CCJI to Assist With Federal Civil Rights Lawsuit filed by the Family of Native American Rexdale Henry who Died in Custody in Neshoba County Jail
On Friday, July 6, 2018, the family of Rexdale Henry filed a lawsuit alleging constitutional claims and violations of federal civil rights that resulted in Mr. Henry’s death while in custody at the Neshoba County Detention Center in July 2015.
53-year-old Mr. Henry was a member of the Mississippi Band of Choctaw Indians and was arrested on July 9, 2015, on warrants for minor traffic fines. Five days later, on July 14, 2015, he was found dead in his cell. Mr. Henry developed serious alcohol withdrawal disease after he was held in jail without being treated for obvious symptoms. Left untreated, he suffered and was in severe pain and disoriented from these effects.
“We never thought that Rexdale received just treatment,” says Lonie Henry, Rexdale Henry’s widow. “Not in jail and not in the criminal court system. They put Rexdale at risk and did not help him when his life was in danger. We are thankful that attorneys, advocates, and civil rights leaders are fighting for justice on our behalf.”
“Neshoba County jailers’ treatment of Henry defied basic humanity,” says Janis McDonald, Professor Emeritus of Syracuse University College of Law. “Despite his pleas for medical attention, jail officials ignored his requests and instead treated him with callous disregard, including physical and mental abuse, and also allowed other inmates to abuse him while he was under the complete care and custody of the jail.”
Paula Johnson of the Cold Case Justice Initiative adds, “The jailers’ response to Mr. Henry’s medical condition to was simply ‘throw him into the detox tank,’ rather than obtain necessary medical personnel to provide treatment for him. Even more egregious, they were aware that it directly violated a consent decree previously ordered by Judge Thomas Lee, of the Southern District of Mississippi, for identical practices in 1994-1997.”
Last year the state charged Mr. Henry’s cellmate, Justyn Schlegel, with his death. Schlegel subsequently was convicted of criminal homicide, which he has appealed. The family’s lawsuit will prove that State authorities remain ultimately responsible for Henry’s death.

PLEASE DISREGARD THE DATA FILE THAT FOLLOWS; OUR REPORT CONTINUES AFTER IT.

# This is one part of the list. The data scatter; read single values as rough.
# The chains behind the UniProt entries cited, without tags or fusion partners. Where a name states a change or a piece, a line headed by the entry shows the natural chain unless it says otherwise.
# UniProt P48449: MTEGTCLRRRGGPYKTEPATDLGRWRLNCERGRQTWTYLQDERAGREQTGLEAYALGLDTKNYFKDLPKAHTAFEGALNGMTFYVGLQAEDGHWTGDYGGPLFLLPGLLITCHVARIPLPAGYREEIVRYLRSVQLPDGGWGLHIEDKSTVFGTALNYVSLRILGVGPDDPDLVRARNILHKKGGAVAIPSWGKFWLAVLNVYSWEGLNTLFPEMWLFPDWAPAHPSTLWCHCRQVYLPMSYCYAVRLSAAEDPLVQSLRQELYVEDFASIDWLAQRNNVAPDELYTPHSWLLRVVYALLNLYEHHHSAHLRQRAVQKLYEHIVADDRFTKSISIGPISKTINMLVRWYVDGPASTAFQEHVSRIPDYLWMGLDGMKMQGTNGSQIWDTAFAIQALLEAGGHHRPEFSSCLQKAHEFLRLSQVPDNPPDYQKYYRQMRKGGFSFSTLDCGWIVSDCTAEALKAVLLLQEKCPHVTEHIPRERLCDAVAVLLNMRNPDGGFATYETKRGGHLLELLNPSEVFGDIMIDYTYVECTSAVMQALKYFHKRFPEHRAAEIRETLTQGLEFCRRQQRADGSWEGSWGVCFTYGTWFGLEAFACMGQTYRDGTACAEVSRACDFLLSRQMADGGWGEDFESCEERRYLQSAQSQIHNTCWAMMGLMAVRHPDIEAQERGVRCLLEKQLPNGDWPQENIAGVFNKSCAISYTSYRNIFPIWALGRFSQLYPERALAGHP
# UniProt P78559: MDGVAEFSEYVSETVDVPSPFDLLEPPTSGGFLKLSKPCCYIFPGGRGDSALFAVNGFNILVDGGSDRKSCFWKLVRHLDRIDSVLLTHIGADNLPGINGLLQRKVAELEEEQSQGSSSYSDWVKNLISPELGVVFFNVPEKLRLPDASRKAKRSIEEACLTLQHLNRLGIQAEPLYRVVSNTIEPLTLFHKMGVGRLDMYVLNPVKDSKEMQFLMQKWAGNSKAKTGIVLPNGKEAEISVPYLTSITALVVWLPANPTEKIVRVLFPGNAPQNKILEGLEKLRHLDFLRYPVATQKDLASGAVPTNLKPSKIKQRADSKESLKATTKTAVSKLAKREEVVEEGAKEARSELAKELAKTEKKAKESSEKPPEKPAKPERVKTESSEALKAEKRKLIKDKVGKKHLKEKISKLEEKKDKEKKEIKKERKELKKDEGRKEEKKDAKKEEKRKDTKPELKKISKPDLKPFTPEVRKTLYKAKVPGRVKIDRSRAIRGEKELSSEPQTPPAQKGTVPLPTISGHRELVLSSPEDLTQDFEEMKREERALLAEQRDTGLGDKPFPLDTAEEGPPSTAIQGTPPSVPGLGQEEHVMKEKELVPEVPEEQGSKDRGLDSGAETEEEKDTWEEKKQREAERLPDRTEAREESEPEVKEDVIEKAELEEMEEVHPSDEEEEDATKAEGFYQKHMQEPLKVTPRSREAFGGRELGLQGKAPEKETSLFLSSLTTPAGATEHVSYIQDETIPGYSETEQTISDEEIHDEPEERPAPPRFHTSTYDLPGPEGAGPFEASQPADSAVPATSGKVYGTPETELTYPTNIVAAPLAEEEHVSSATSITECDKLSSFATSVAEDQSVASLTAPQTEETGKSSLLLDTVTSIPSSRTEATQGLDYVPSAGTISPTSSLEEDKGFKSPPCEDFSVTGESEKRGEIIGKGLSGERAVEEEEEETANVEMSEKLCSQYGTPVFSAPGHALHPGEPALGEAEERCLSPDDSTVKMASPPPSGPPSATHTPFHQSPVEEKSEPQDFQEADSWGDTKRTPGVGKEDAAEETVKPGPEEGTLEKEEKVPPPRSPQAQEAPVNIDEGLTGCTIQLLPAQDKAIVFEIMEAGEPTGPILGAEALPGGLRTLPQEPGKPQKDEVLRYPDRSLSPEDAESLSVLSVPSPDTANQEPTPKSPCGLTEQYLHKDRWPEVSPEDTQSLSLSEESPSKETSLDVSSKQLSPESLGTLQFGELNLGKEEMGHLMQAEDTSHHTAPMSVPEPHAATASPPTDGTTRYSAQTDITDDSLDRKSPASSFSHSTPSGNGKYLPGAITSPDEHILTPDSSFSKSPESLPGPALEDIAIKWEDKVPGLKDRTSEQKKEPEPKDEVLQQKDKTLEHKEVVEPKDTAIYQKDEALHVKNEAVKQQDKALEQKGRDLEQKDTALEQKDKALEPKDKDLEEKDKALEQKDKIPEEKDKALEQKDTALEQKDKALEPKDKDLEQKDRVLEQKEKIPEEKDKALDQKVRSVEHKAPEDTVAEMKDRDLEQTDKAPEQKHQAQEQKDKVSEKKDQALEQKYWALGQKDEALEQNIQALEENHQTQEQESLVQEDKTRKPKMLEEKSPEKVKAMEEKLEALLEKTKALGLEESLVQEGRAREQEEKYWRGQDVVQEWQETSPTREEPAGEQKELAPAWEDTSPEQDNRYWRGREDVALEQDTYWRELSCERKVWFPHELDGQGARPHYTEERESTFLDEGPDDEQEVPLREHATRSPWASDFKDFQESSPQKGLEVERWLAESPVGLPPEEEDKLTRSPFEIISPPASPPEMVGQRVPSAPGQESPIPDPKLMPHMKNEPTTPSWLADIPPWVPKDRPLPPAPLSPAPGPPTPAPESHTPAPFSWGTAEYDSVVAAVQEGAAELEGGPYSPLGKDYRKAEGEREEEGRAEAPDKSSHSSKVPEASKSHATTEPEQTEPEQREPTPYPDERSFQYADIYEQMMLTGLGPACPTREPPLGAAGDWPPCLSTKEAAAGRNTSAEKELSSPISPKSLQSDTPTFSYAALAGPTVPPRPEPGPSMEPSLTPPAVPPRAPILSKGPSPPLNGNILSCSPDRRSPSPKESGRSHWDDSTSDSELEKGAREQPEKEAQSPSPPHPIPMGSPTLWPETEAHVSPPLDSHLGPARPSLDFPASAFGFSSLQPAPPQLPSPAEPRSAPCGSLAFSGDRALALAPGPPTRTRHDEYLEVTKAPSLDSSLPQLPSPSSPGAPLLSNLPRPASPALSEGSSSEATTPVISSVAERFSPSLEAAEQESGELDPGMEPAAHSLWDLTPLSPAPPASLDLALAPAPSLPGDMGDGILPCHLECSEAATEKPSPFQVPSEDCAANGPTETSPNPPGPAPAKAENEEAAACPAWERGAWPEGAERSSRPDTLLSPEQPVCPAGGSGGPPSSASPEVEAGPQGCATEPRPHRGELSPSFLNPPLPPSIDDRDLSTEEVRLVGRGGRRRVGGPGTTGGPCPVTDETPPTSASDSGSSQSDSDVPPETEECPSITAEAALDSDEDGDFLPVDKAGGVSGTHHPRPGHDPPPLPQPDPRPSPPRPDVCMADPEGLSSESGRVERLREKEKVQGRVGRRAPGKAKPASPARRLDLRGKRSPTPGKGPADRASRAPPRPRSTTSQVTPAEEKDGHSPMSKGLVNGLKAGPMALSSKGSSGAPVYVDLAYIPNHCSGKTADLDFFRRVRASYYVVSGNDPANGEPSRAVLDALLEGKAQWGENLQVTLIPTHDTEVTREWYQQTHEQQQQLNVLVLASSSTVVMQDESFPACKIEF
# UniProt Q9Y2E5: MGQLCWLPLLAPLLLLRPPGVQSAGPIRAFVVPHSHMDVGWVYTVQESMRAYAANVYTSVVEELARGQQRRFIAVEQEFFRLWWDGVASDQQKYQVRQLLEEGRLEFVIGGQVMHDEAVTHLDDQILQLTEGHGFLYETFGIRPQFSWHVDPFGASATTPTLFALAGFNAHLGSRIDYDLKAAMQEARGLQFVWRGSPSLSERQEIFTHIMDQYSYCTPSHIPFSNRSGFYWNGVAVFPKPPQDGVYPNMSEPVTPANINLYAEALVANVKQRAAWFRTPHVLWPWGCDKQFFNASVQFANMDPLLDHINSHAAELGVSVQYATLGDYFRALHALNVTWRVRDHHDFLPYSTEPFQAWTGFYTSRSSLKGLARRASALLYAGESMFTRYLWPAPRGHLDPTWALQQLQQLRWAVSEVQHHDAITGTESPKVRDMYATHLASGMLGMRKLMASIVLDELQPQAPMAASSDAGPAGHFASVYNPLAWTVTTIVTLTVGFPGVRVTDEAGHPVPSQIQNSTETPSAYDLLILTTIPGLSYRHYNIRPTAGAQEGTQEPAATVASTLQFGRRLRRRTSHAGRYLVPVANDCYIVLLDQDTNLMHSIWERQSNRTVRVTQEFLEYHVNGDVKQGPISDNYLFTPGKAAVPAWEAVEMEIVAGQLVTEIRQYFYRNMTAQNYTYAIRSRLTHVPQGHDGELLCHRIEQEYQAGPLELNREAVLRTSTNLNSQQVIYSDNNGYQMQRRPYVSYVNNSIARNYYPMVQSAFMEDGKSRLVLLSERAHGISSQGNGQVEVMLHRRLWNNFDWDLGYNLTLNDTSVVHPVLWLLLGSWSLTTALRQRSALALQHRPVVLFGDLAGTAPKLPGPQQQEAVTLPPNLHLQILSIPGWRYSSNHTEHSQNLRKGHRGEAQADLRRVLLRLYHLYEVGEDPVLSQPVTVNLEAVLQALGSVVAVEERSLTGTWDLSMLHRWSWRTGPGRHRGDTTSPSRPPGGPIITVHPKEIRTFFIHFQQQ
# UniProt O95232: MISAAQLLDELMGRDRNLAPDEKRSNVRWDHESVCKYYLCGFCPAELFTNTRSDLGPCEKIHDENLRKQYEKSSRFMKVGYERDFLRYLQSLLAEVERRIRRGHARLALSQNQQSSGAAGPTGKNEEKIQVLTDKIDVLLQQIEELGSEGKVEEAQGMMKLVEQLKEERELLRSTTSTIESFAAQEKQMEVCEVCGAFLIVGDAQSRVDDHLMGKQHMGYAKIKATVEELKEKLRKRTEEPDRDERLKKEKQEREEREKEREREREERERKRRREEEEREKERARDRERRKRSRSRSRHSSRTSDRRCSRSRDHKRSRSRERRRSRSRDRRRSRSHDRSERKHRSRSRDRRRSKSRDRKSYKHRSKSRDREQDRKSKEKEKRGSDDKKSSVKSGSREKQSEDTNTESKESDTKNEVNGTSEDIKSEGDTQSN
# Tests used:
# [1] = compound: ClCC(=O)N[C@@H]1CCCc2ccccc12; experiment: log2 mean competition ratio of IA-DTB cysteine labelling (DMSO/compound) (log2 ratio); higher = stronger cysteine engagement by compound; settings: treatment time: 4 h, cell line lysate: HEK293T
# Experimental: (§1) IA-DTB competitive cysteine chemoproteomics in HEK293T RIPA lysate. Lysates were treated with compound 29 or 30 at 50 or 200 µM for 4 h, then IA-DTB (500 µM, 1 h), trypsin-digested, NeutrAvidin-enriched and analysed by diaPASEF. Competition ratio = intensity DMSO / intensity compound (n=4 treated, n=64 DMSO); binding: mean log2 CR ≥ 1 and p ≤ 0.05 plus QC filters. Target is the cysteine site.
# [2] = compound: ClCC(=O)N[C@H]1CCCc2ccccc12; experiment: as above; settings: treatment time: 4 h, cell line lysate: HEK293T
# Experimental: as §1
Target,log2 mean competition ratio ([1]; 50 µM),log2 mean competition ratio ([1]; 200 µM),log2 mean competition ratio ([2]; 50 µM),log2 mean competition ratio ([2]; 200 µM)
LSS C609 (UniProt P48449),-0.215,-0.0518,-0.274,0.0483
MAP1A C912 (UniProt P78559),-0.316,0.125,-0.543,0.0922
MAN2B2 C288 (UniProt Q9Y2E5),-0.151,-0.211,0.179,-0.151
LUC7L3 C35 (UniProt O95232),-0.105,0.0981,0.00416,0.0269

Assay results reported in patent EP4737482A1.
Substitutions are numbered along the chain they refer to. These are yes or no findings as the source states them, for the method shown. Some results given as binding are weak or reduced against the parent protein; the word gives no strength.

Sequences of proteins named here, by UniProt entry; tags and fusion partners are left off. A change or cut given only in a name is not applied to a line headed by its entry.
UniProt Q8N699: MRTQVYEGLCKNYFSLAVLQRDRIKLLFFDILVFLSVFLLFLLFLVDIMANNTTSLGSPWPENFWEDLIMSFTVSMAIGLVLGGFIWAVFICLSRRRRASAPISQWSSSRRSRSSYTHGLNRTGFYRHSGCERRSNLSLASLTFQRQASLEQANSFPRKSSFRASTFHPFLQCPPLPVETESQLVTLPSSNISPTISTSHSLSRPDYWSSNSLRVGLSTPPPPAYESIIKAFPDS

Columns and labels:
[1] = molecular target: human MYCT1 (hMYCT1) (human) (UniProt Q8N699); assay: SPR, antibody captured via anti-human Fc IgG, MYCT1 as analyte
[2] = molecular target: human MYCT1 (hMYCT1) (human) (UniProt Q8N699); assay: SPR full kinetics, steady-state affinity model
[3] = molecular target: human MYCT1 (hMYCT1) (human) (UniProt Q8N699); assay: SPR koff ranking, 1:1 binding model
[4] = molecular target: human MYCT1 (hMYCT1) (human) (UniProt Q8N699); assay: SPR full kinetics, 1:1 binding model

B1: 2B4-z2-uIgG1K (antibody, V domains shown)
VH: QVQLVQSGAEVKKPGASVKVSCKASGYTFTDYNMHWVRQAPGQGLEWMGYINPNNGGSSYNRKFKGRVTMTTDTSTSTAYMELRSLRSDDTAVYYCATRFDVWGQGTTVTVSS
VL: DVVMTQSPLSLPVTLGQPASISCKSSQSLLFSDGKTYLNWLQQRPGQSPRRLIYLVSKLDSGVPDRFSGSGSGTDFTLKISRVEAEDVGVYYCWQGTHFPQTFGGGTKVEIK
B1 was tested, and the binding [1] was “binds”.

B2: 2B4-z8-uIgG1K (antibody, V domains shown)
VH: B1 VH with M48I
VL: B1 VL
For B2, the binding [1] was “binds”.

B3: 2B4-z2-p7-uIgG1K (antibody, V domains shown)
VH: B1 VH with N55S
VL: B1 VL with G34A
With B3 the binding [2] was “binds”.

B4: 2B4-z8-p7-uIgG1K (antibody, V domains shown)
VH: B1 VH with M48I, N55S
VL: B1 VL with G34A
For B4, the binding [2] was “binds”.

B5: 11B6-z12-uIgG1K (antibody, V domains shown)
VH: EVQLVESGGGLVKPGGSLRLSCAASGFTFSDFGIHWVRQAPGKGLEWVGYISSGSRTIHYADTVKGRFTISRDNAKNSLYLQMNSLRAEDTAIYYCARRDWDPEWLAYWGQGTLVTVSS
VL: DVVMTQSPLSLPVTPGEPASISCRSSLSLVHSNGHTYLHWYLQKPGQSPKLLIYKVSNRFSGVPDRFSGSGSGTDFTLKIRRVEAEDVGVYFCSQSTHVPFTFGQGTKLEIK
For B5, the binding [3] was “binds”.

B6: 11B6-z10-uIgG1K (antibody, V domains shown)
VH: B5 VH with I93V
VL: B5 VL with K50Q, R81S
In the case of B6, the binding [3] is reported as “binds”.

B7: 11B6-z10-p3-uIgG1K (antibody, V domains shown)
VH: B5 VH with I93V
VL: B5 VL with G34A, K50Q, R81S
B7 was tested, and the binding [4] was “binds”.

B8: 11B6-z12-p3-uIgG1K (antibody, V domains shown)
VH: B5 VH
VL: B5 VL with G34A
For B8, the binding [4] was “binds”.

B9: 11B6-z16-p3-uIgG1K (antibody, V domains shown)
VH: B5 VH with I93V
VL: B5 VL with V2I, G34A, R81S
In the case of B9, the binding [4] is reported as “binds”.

Other defendants in the suit include members of the Board of Supervisors, Sheriff Tommy Waddell, Investigator Ralph Sciple, Jimmy Reed, Administrator of the Neshoba County Detention Center, Stephen Collins, Neshoba County Coroner, and several others. The authorities and other defendants’ abusive actions, lack of proper medical care, and failure to protect Henry constitute the basis of the family’s claims of violations. Violations include 42 U.S.C. §§1983, 1985, 1986, and 1988, and the Fourteenth Amendment of the U.S. Constitution.
Handling this case for the family is Natchez, Mississippi Attorney Paul Sullivan, a veteran personal injury attorney, who filed the lawsuit on Friday, July 6, 2018, in the U.S. District Court for the Southern District of Mississippi. Janis L. McDonald, Professor Emeritus at Syracuse University College of Law will join him as counsel. McDonald and Professor Paula C. Johnson co-founded the Cold Case Justice Initiative (CCJI), at Syracuse University College of Law.
Sullivan is a graduate of the University of Mississippi School of Law. He was a state prosecutor in Florida for two years, and 28 years representing people charged with various crimes. An experienced criminal trial attorney, Sullivan has tried approximately two hundred jury trials, both as prosecutor and defense attorney, including first-degree murder, drug trafficking, sex crimes, and robbery. He has extensive experience representing people charged with DUI, including over 140 DUI jury trials and has a long history of representing people charged with crimes throughout Mississippi and Florida.
“There is no excuse for the persistent inhumane and racially biased treatment against detainees of color in Neshoba County Jail,” says Sullivan. “Officials must be held accountable for the heinous results of their cruel disregard for Rexdale Henry’s life and the loss that his family and community have suffered.”
In July 2015, just after Rexdale Henry was discovered dead in his cell at the Neshoba County Justice Center, civil rights icon Diane Nash contacted the co-directors and requested help in obtaining answers and accountability for those responsible for his death. McDonald, Johnson, and CCJI law students volunteered to assist the family to obtain the answers and justice they sought for Mr. Henry’s death. This included helping to secure an independent autopsy on the cause of death and helping them find legal representation in Mississippi. Nash and other civil rights activists have continued to seek justice for Rexdale Henry.
Mr. Henry’s survivors include his wife Lonie Henry, mother Winnie Willis, daughter Patricia Mitch, sons Kinsey Henry, Sr. and Anselm Henry, brother Ronnie Henry, and 12 grandchildren. His mother, Winnie Willis, recently passed away. Rexdale Henry was a medicine man and a civil rights activist on Native American rights and other social justice issues. He also coached stickball and made traditional equipment for the sport.
“The Cold Case Justice Initiative will continue to assist the Henry family in their quest for justice. This is an important part of our racial justice mission,” says Johnson.
“This lawsuit is an important step toward holding the authorities responsible for their inhumanity against Rexdale Henry,” McDonald emphasizes. “And by extension, bring attention to the plight of other detainees, the neglect of those with dangerous alcohol withdrawal symptoms, and those who are mostly poor people of color caught up in their vicious cycle of arrest, detention, and inhumane treatment.”